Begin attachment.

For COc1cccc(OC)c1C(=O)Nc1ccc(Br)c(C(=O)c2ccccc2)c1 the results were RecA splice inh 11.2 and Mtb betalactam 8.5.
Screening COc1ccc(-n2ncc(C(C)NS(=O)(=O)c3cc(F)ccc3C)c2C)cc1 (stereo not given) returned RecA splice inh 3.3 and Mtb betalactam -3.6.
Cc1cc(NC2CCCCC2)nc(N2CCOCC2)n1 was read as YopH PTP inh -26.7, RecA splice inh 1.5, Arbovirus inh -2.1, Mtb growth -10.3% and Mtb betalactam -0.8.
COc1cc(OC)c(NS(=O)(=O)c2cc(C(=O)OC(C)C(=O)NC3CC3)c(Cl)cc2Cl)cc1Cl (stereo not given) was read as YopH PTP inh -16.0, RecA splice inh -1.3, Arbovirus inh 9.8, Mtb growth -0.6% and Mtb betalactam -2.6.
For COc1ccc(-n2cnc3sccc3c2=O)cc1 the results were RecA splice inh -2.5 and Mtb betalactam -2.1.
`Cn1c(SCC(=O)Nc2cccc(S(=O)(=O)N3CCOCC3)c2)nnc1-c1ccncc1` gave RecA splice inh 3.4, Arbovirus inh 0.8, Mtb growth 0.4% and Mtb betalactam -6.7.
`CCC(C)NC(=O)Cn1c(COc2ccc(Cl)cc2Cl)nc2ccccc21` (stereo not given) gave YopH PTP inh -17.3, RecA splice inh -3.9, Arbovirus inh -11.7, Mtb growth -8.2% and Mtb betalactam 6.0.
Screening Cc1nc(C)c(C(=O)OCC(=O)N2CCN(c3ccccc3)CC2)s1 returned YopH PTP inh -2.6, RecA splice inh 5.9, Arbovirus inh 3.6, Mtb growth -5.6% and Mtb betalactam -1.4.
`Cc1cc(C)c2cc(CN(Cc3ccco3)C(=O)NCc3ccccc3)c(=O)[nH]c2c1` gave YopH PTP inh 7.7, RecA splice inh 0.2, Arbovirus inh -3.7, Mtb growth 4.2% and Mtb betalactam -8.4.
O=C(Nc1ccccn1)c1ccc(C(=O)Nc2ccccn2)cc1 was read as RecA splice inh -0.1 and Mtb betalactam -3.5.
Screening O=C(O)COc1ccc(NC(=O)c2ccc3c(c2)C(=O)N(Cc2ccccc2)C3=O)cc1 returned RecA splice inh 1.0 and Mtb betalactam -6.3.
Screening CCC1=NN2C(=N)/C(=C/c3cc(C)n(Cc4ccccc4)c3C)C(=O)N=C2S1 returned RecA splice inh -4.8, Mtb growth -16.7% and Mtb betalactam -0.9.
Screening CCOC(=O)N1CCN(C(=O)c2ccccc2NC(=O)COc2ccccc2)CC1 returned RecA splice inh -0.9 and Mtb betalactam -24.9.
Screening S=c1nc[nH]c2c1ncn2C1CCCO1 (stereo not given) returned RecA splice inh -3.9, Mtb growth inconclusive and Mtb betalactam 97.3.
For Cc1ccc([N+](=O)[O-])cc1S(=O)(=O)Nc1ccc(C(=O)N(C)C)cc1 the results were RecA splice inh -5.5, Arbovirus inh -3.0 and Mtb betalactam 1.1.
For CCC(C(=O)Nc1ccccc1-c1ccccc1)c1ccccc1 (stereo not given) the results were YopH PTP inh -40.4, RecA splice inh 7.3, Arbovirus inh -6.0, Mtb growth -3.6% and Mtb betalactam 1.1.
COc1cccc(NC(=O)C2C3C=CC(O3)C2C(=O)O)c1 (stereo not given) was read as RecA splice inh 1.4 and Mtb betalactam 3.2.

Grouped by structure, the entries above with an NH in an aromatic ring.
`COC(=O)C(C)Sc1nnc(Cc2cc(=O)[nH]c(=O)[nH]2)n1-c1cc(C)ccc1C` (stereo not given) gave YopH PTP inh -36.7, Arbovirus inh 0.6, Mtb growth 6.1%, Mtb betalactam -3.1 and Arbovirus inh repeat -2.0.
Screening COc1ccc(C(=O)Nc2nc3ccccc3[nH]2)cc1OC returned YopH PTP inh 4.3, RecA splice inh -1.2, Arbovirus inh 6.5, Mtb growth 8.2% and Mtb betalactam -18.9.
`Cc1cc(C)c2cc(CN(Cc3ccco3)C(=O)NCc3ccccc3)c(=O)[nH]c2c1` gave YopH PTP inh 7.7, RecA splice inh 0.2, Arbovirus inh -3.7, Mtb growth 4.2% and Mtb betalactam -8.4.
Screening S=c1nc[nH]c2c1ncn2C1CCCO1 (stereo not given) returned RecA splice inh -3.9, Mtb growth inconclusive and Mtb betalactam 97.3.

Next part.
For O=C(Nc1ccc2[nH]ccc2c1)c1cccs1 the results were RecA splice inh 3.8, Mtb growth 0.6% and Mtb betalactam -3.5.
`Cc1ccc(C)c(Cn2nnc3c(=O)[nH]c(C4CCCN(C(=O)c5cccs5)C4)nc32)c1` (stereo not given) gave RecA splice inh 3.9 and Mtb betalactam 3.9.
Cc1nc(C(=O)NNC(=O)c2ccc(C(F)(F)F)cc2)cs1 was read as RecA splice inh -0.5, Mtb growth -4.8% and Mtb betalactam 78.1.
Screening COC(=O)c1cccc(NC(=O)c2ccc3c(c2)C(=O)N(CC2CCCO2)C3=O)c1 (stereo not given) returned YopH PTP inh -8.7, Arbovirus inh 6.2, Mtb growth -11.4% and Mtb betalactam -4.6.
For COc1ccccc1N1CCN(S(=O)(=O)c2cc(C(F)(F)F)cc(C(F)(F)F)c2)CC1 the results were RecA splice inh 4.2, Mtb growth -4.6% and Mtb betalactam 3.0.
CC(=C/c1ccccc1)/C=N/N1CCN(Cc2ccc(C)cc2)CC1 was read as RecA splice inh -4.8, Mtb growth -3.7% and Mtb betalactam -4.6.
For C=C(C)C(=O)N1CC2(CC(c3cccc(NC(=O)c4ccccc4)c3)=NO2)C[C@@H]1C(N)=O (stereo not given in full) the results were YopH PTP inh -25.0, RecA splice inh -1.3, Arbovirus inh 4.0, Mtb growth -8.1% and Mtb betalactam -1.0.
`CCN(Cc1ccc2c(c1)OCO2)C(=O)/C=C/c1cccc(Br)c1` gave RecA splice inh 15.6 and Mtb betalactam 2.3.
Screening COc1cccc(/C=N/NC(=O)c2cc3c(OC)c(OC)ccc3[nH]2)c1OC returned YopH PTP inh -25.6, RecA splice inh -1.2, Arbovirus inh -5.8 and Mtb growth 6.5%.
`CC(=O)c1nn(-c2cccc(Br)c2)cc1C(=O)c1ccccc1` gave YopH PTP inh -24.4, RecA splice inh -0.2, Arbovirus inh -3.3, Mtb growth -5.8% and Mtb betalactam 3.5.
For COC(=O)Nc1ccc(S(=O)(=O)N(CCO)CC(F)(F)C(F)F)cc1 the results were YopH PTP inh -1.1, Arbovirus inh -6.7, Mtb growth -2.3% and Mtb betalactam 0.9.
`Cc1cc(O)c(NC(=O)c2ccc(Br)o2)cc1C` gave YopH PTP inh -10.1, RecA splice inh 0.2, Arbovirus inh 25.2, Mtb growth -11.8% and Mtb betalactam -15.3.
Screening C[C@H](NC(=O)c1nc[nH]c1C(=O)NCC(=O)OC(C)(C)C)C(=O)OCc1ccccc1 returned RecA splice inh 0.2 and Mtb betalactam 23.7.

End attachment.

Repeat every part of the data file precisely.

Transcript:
For COc1cccc(OC)c1C(=O)Nc1ccc(Br)c(C(=O)c2ccccc2)c1 the results were RecA splice inh 11.2 and Mtb betalactam 8.5.
Screening COc1ccc(-n2ncc(C(C)NS(=O)(=O)c3cc(F)ccc3C)c2C)cc1 (stereo not given) returned RecA splice inh 3.3 and Mtb betalactam -3.6.
Cc1cc(NC2CCCCC2)nc(N2CCOCC2)n1 was read as YopH PTP inh -26.7, RecA splice inh 1.5, Arbovirus inh -2.1, Mtb growth -10.3% and Mtb betalactam -0.8.
COc1cc(OC)c(NS(=O)(=O)c2cc(C(=O)OC(C)C(=O)NC3CC3)c(Cl)cc2Cl)cc1Cl (stereo not given) was read as YopH PTP inh -16.0, RecA splice inh -1.3, Arbovirus inh 9.8, Mtb growth -0.6% and Mtb betalactam -2.6.
For COc1ccc(-n2cnc3sccc3c2=O)cc1 the results were RecA splice inh -2.5 and Mtb betalactam -2.1.
`Cn1c(SCC(=O)Nc2cccc(S(=O)(=O)N3CCOCC3)c2)nnc1-c1ccncc1` gave RecA splice inh 3.4, Arbovirus inh 0.8, Mtb growth 0.4% and Mtb betalactam -6.7.
`CCC(C)NC(=O)Cn1c(COc2ccc(Cl)cc2Cl)nc2ccccc21` (stereo not given) gave YopH PTP inh -17.3, RecA splice inh -3.9, Arbovirus inh -11.7, Mtb growth -8.2% and Mtb betalactam 6.0.
Screening Cc1nc(C)c(C(=O)OCC(=O)N2CCN(c3ccccc3)CC2)s1 returned YopH PTP inh -2.6, RecA splice inh 5.9, Arbovirus inh 3.6, Mtb growth -5.6% and Mtb betalactam -1.4.
`Cc1cc(C)c2cc(CN(Cc3ccco3)C(=O)NCc3ccccc3)c(=O)[nH]c2c1` gave YopH PTP inh 7.7, RecA splice inh 0.2, Arbovirus inh -3.7, Mtb growth 4.2% and Mtb betalactam -8.4.
O=C(Nc1ccccn1)c1ccc(C(=O)Nc2ccccn2)cc1 was read as RecA splice inh -0.1 and Mtb betalactam -3.5.
Screening O=C(O)COc1ccc(NC(=O)c2ccc3c(c2)C(=O)N(Cc2ccccc2)C3=O)cc1 returned RecA splice inh 1.0 and Mtb betalactam -6.3.
Screening CCC1=NN2C(=N)/C(=C/c3cc(C)n(Cc4ccccc4)c3C)C(=O)N=C2S1 returned RecA splice inh -4.8, Mtb growth -16.7% and Mtb betalactam -0.9.
Screening CCOC(=O)N1CCN(C(=O)c2ccccc2NC(=O)COc2ccccc2)CC1 returned RecA splice inh -0.9 and Mtb betalactam -24.9.
Screening S=c1nc[nH]c2c1ncn2C1CCCO1 (stereo not given) returned RecA splice inh -3.9, Mtb growth inconclusive and Mtb betalactam 97.3.
For Cc1ccc([N+](=O)[O-])cc1S(=O)(=O)Nc1ccc(C(=O)N(C)C)cc1 the results were RecA splice inh -5.5, Arbovirus inh -3.0 and Mtb betalactam 1.1.
For CCC(C(=O)Nc1ccccc1-c1ccccc1)c1ccccc1 (stereo not given) the results were YopH PTP inh -40.4, RecA splice inh 7.3, Arbovirus inh -6.0, Mtb growth -3.6% and Mtb betalactam 1.1.
COc1cccc(NC(=O)C2C3C=CC(O3)C2C(=O)O)c1 (stereo not given) was read as RecA splice inh 1.4 and Mtb betalactam 3.2.

Grouped by structure, the entries above with an NH in an aromatic ring.
`COC(=O)C(C)Sc1nnc(Cc2cc(=O)[nH]c(=O)[nH]2)n1-c1cc(C)ccc1C` (stereo not given) gave YopH PTP inh -36.7, Arbovirus inh 0.6, Mtb growth 6.1%, Mtb betalactam -3.1 and Arbovirus inh repeat -2.0.
Screening COc1ccc(C(=O)Nc2nc3ccccc3[nH]2)cc1OC returned YopH PTP inh 4.3, RecA splice inh -1.2, Arbovirus inh 6.5, Mtb growth 8.2% and Mtb betalactam -18.9.
`Cc1cc(C)c2cc(CN(Cc3ccco3)C(=O)NCc3ccccc3)c(=O)[nH]c2c1` gave YopH PTP inh 7.7, RecA splice inh 0.2, Arbovirus inh -3.7, Mtb growth 4.2% and Mtb betalactam -8.4.
Screening S=c1nc[nH]c2c1ncn2C1CCCO1 (stereo not given) returned RecA splice inh -3.9, Mtb growth inconclusive and Mtb betalactam 97.3.

Next part.
For O=C(Nc1ccc2[nH]ccc2c1)c1cccs1 the results were RecA splice inh 3.8, Mtb growth 0.6% and Mtb betalactam -3.5.
`Cc1ccc(C)c(Cn2nnc3c(=O)[nH]c(C4CCCN(C(=O)c5cccs5)C4)nc32)c1` (stereo not given) gave RecA splice inh 3.9 and Mtb betalactam 3.9.
Cc1nc(C(=O)NNC(=O)c2ccc(C(F)(F)F)cc2)cs1 was read as RecA splice inh -0.5, Mtb growth -4.8% and Mtb betalactam 78.1.
Screening COC(=O)c1cccc(NC(=O)c2ccc3c(c2)C(=O)N(CC2CCCO2)C3=O)c1 (stereo not given) returned YopH PTP inh -8.7, Arbovirus inh 6.2, Mtb growth -11.4% and Mtb betalactam -4.6.
For COc1ccccc1N1CCN(S(=O)(=O)c2cc(C(F)(F)F)cc(C(F)(F)F)c2)CC1 the results were RecA splice inh 4.2, Mtb growth -4.6% and Mtb betalactam 3.0.
CC(=C/c1ccccc1)/C=N/N1CCN(Cc2ccc(C)cc2)CC1 was read as RecA splice inh -4.8, Mtb growth -3.7% and Mtb betalactam -4.6.
For C=C(C)C(=O)N1CC2(CC(c3cccc(NC(=O)c4ccccc4)c3)=NO2)C[C@@H]1C(N)=O (stereo not given in full) the results were YopH PTP inh -25.0, RecA splice inh -1.3, Arbovirus inh 4.0, Mtb growth -8.1% and Mtb betalactam -1.0.
`CCN(Cc1ccc2c(c1)OCO2)C(=O)/C=C/c1cccc(Br)c1` gave RecA splice inh 15.6 and Mtb betalactam 2.3.
Screening COc1cccc(/C=N/NC(=O)c2cc3c(OC)c(OC)ccc3[nH]2)c1OC returned YopH PTP inh -25.6, RecA splice inh -1.2, Arbovirus inh -5.8 and Mtb growth 6.5%.
`CC(=O)c1nn(-c2cccc(Br)c2)cc1C(=O)c1ccccc1` gave YopH PTP inh -24.4, RecA splice inh -0.2, Arbovirus inh -3.3, Mtb growth -5.8% and Mtb betalactam 3.5.
For COC(=O)Nc1ccc(S(=O)(=O)N(CCO)CC(F)(F)C(F)F)cc1 the results were YopH PTP inh -1.1, Arbovirus inh -6.7, Mtb growth -2.3% and Mtb betalactam 0.9.
`Cc1cc(O)c(NC(=O)c2ccc(Br)o2)cc1C` gave YopH PTP inh -10.1, RecA splice inh 0.2, Arbovirus inh 25.2, Mtb growth -11.8% and Mtb betalactam -15.3.
Screening C[C@H](NC(=O)c1nc[nH]c1C(=O)NCC(=O)OC(C)(C)C)C(=O)OCc1ccccc1 returned RecA splice inh 0.2 and Mtb betalactam 23.7.